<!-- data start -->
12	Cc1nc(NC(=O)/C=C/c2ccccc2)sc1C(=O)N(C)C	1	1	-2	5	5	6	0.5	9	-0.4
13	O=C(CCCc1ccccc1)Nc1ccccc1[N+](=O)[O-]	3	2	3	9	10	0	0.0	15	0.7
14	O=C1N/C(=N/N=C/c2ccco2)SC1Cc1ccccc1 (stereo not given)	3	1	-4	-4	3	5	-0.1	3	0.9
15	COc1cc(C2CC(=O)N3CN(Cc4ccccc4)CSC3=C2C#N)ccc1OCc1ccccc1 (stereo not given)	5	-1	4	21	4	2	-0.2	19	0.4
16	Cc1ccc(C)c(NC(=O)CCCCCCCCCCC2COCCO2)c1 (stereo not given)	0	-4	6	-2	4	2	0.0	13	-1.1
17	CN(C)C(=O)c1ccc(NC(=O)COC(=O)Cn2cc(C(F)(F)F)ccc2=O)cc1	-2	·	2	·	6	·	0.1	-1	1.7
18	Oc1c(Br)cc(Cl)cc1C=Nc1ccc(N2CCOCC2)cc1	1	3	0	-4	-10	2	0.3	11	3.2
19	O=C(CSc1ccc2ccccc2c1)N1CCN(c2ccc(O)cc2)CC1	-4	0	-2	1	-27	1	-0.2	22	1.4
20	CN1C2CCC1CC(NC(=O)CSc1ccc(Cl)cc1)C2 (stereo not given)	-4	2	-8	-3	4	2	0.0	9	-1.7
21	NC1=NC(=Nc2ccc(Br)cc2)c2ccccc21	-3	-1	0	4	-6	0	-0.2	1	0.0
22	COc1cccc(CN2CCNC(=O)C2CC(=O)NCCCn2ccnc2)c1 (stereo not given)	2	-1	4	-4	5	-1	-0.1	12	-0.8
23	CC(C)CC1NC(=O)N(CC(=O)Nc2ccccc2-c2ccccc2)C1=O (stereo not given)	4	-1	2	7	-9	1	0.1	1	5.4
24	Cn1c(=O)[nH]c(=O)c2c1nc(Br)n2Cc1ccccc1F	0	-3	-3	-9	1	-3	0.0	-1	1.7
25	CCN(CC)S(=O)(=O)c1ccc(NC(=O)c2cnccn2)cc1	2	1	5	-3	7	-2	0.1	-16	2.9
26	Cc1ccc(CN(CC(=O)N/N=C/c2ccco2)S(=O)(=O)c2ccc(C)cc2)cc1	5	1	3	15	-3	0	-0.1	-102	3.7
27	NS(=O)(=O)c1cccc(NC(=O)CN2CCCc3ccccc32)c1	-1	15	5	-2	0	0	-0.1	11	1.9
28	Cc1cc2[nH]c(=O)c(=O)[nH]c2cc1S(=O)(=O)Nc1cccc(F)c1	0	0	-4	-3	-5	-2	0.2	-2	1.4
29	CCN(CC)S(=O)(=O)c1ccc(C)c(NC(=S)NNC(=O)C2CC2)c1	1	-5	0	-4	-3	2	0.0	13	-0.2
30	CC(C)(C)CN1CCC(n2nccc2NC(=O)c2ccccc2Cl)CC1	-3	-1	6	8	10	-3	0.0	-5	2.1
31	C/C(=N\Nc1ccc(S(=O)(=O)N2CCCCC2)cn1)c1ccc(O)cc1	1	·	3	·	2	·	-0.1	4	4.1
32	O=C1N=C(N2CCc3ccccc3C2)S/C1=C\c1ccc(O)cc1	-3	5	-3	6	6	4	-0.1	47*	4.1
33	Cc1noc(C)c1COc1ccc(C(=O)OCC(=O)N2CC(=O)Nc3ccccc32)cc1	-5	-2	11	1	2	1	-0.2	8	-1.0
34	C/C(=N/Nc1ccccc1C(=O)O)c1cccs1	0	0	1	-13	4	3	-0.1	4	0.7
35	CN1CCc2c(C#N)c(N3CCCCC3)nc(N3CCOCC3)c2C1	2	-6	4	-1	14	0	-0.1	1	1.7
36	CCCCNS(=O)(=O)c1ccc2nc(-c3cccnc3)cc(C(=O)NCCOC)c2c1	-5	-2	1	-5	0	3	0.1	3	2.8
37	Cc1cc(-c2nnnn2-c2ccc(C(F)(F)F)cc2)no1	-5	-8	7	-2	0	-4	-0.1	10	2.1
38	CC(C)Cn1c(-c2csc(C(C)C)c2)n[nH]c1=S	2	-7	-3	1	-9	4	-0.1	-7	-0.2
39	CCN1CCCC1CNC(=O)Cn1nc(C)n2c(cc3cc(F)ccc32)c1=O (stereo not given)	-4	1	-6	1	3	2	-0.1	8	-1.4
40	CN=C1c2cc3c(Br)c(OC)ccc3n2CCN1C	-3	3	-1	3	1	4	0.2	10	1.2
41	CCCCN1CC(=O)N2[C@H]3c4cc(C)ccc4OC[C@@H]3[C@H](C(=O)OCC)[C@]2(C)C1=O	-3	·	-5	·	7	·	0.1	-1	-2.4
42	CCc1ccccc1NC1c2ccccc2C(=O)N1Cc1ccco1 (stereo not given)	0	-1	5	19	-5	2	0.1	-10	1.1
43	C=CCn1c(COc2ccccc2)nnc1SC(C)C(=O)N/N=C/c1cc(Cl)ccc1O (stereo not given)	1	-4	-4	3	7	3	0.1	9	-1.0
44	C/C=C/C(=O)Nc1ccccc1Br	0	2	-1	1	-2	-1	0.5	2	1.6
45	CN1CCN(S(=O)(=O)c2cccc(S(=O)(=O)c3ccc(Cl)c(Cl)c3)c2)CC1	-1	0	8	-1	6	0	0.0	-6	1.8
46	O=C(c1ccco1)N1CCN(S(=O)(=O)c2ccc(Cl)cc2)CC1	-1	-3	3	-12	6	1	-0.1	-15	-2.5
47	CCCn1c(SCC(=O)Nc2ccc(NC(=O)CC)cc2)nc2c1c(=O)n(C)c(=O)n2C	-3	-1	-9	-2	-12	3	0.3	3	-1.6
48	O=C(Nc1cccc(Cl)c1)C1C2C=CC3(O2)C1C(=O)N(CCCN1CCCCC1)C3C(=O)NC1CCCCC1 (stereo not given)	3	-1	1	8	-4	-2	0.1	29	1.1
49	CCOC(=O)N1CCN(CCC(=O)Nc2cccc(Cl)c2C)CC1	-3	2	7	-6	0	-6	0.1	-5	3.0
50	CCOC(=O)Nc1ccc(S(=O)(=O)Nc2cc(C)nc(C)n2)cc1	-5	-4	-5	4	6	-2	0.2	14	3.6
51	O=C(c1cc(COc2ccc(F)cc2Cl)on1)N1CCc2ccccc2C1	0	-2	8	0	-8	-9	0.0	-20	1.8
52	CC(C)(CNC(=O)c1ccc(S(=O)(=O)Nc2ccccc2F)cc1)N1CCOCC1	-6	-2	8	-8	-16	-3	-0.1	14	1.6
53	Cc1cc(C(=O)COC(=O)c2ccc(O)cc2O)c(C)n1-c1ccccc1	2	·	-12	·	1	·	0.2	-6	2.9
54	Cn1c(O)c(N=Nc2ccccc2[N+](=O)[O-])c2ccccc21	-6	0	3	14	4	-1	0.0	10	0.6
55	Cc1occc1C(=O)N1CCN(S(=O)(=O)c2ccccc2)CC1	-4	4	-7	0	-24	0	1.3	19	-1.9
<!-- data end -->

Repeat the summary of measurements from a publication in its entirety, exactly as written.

12	Cc1nc(NC(=O)/C=C/c2ccccc2)sc1C(=O)N(C)C	1	1	-2	5	5	6	0.5	9	-0.4
13	O=C(CCCc1ccccc1)Nc1ccccc1[N+](=O)[O-]	3	2	3	9	10	0	0.0	15	0.7
14	O=C1N/C(=N/N=C/c2ccco2)SC1Cc1ccccc1 (stereo not given)	3	1	-4	-4	3	5	-0.1	3	0.9
15	COc1cc(C2CC(=O)N3CN(Cc4ccccc4)CSC3=C2C#N)ccc1OCc1ccccc1 (stereo not given)	5	-1	4	21	4	2	-0.2	19	0.4
16	Cc1ccc(C)c(NC(=O)CCCCCCCCCCC2COCCO2)c1 (stereo not given)	0	-4	6	-2	4	2	0.0	13	-1.1
17	CN(C)C(=O)c1ccc(NC(=O)COC(=O)Cn2cc(C(F)(F)F)ccc2=O)cc1	-2	·	2	·	6	·	0.1	-1	1.7
18	Oc1c(Br)cc(Cl)cc1C=Nc1ccc(N2CCOCC2)cc1	1	3	0	-4	-10	2	0.3	11	3.2
19	O=C(CSc1ccc2ccccc2c1)N1CCN(c2ccc(O)cc2)CC1	-4	0	-2	1	-27	1	-0.2	22	1.4
20	CN1C2CCC1CC(NC(=O)CSc1ccc(Cl)cc1)C2 (stereo not given)	-4	2	-8	-3	4	2	0.0	9	-1.7
21	NC1=NC(=Nc2ccc(Br)cc2)c2ccccc21	-3	-1	0	4	-6	0	-0.2	1	0.0
22	COc1cccc(CN2CCNC(=O)C2CC(=O)NCCCn2ccnc2)c1 (stereo not given)	2	-1	4	-4	5	-1	-0.1	12	-0.8
23	CC(C)CC1NC(=O)N(CC(=O)Nc2ccccc2-c2ccccc2)C1=O (stereo not given)	4	-1	2	7	-9	1	0.1	1	5.4
24	Cn1c(=O)[nH]c(=O)c2c1nc(Br)n2Cc1ccccc1F	0	-3	-3	-9	1	-3	0.0	-1	1.7
25	CCN(CC)S(=O)(=O)c1ccc(NC(=O)c2cnccn2)cc1	2	1	5	-3	7	-2	0.1	-16	2.9
26	Cc1ccc(CN(CC(=O)N/N=C/c2ccco2)S(=O)(=O)c2ccc(C)cc2)cc1	5	1	3	15	-3	0	-0.1	-102	3.7
27	NS(=O)(=O)c1cccc(NC(=O)CN2CCCc3ccccc32)c1	-1	15	5	-2	0	0	-0.1	11	1.9
28	Cc1cc2[nH]c(=O)c(=O)[nH]c2cc1S(=O)(=O)Nc1cccc(F)c1	0	0	-4	-3	-5	-2	0.2	-2	1.4
29	CCN(CC)S(=O)(=O)c1ccc(C)c(NC(=S)NNC(=O)C2CC2)c1	1	-5	0	-4	-3	2	0.0	13	-0.2
30	CC(C)(C)CN1CCC(n2nccc2NC(=O)c2ccccc2Cl)CC1	-3	-1	6	8	10	-3	0.0	-5	2.1
31	C/C(=N\Nc1ccc(S(=O)(=O)N2CCCCC2)cn1)c1ccc(O)cc1	1	·	3	·	2	·	-0.1	4	4.1
32	O=C1N=C(N2CCc3ccccc3C2)S/C1=C\c1ccc(O)cc1	-3	5	-3	6	6	4	-0.1	47*	4.1
33	Cc1noc(C)c1COc1ccc(C(=O)OCC(=O)N2CC(=O)Nc3ccccc32)cc1	-5	-2	11	1	2	1	-0.2	8	-1.0
34	C/C(=N/Nc1ccccc1C(=O)O)c1cccs1	0	0	1	-13	4	3	-0.1	4	0.7
35	CN1CCc2c(C#N)c(N3CCCCC3)nc(N3CCOCC3)c2C1	2	-6	4	-1	14	0	-0.1	1	1.7
36	CCCCNS(=O)(=O)c1ccc2nc(-c3cccnc3)cc(C(=O)NCCOC)c2c1	-5	-2	1	-5	0	3	0.1	3	2.8
37	Cc1cc(-c2nnnn2-c2ccc(C(F)(F)F)cc2)no1	-5	-8	7	-2	0	-4	-0.1	10	2.1
38	CC(C)Cn1c(-c2csc(C(C)C)c2)n[nH]c1=S	2	-7	-3	1	-9	4	-0.1	-7	-0.2
39	CCN1CCCC1CNC(=O)Cn1nc(C)n2c(cc3cc(F)ccc32)c1=O (stereo not given)	-4	1	-6	1	3	2	-0.1	8	-1.4
40	CN=C1c2cc3c(Br)c(OC)ccc3n2CCN1C	-3	3	-1	3	1	4	0.2	10	1.2
41	CCCCN1CC(=O)N2[C@H]3c4cc(C)ccc4OC[C@@H]3[C@H](C(=O)OCC)[C@]2(C)C1=O	-3	·	-5	·	7	·	0.1	-1	-2.4
42	CCc1ccccc1NC1c2ccccc2C(=O)N1Cc1ccco1 (stereo not given)	0	-1	5	19	-5	2	0.1	-10	1.1
43	C=CCn1c(COc2ccccc2)nnc1SC(C)C(=O)N/N=C/c1cc(Cl)ccc1O (stereo not given)	1	-4	-4	3	7	3	0.1	9	-1.0
44	C/C=C/C(=O)Nc1ccccc1Br	0	2	-1	1	-2	-1	0.5	2	1.6
45	CN1CCN(S(=O)(=O)c2cccc(S(=O)(=O)c3ccc(Cl)c(Cl)c3)c2)CC1	-1	0	8	-1	6	0	0.0	-6	1.8
46	O=C(c1ccco1)N1CCN(S(=O)(=O)c2ccc(Cl)cc2)CC1	-1	-3	3	-12	6	1	-0.1	-15	-2.5
47	CCCn1c(SCC(=O)Nc2ccc(NC(=O)CC)cc2)nc2c1c(=O)n(C)c(=O)n2C	-3	-1	-9	-2	-12	3	0.3	3	-1.6
48	O=C(Nc1cccc(Cl)c1)C1C2C=CC3(O2)C1C(=O)N(CCCN1CCCCC1)C3C(=O)NC1CCCCC1 (stereo not given)	3	-1	1	8	-4	-2	0.1	29	1.1
49	CCOC(=O)N1CCN(CCC(=O)Nc2cccc(Cl)c2C)CC1	-3	2	7	-6	0	-6	0.1	-5	3.0
50	CCOC(=O)Nc1ccc(S(=O)(=O)Nc2cc(C)nc(C)n2)cc1	-5	-4	-5	4	6	-2	0.2	14	3.6
51	O=C(c1cc(COc2ccc(F)cc2Cl)on1)N1CCc2ccccc2C1	0	-2	8	0	-8	-9	0.0	-20	1.8
52	CC(C)(CNC(=O)c1ccc(S(=O)(=O)Nc2ccccc2F)cc1)N1CCOCC1	-6	-2	8	-8	-16	-3	-0.1	14	1.6
53	Cc1cc(C(=O)COC(=O)c2ccc(O)cc2O)c(C)n1-c1ccccc1	2	·	-12	·	1	·	0.2	-6	2.9
54	Cn1c(O)c(N=Nc2ccccc2[N+](=O)[O-])c2ccccc21	-6	0	3	14	4	-1	0.0	10	0.6
55	Cc1occc1C(=O)N1CCN(S(=O)(=O)c2ccccc2)CC1	-4	4	-7	0	-24	0	1.3	19	-1.9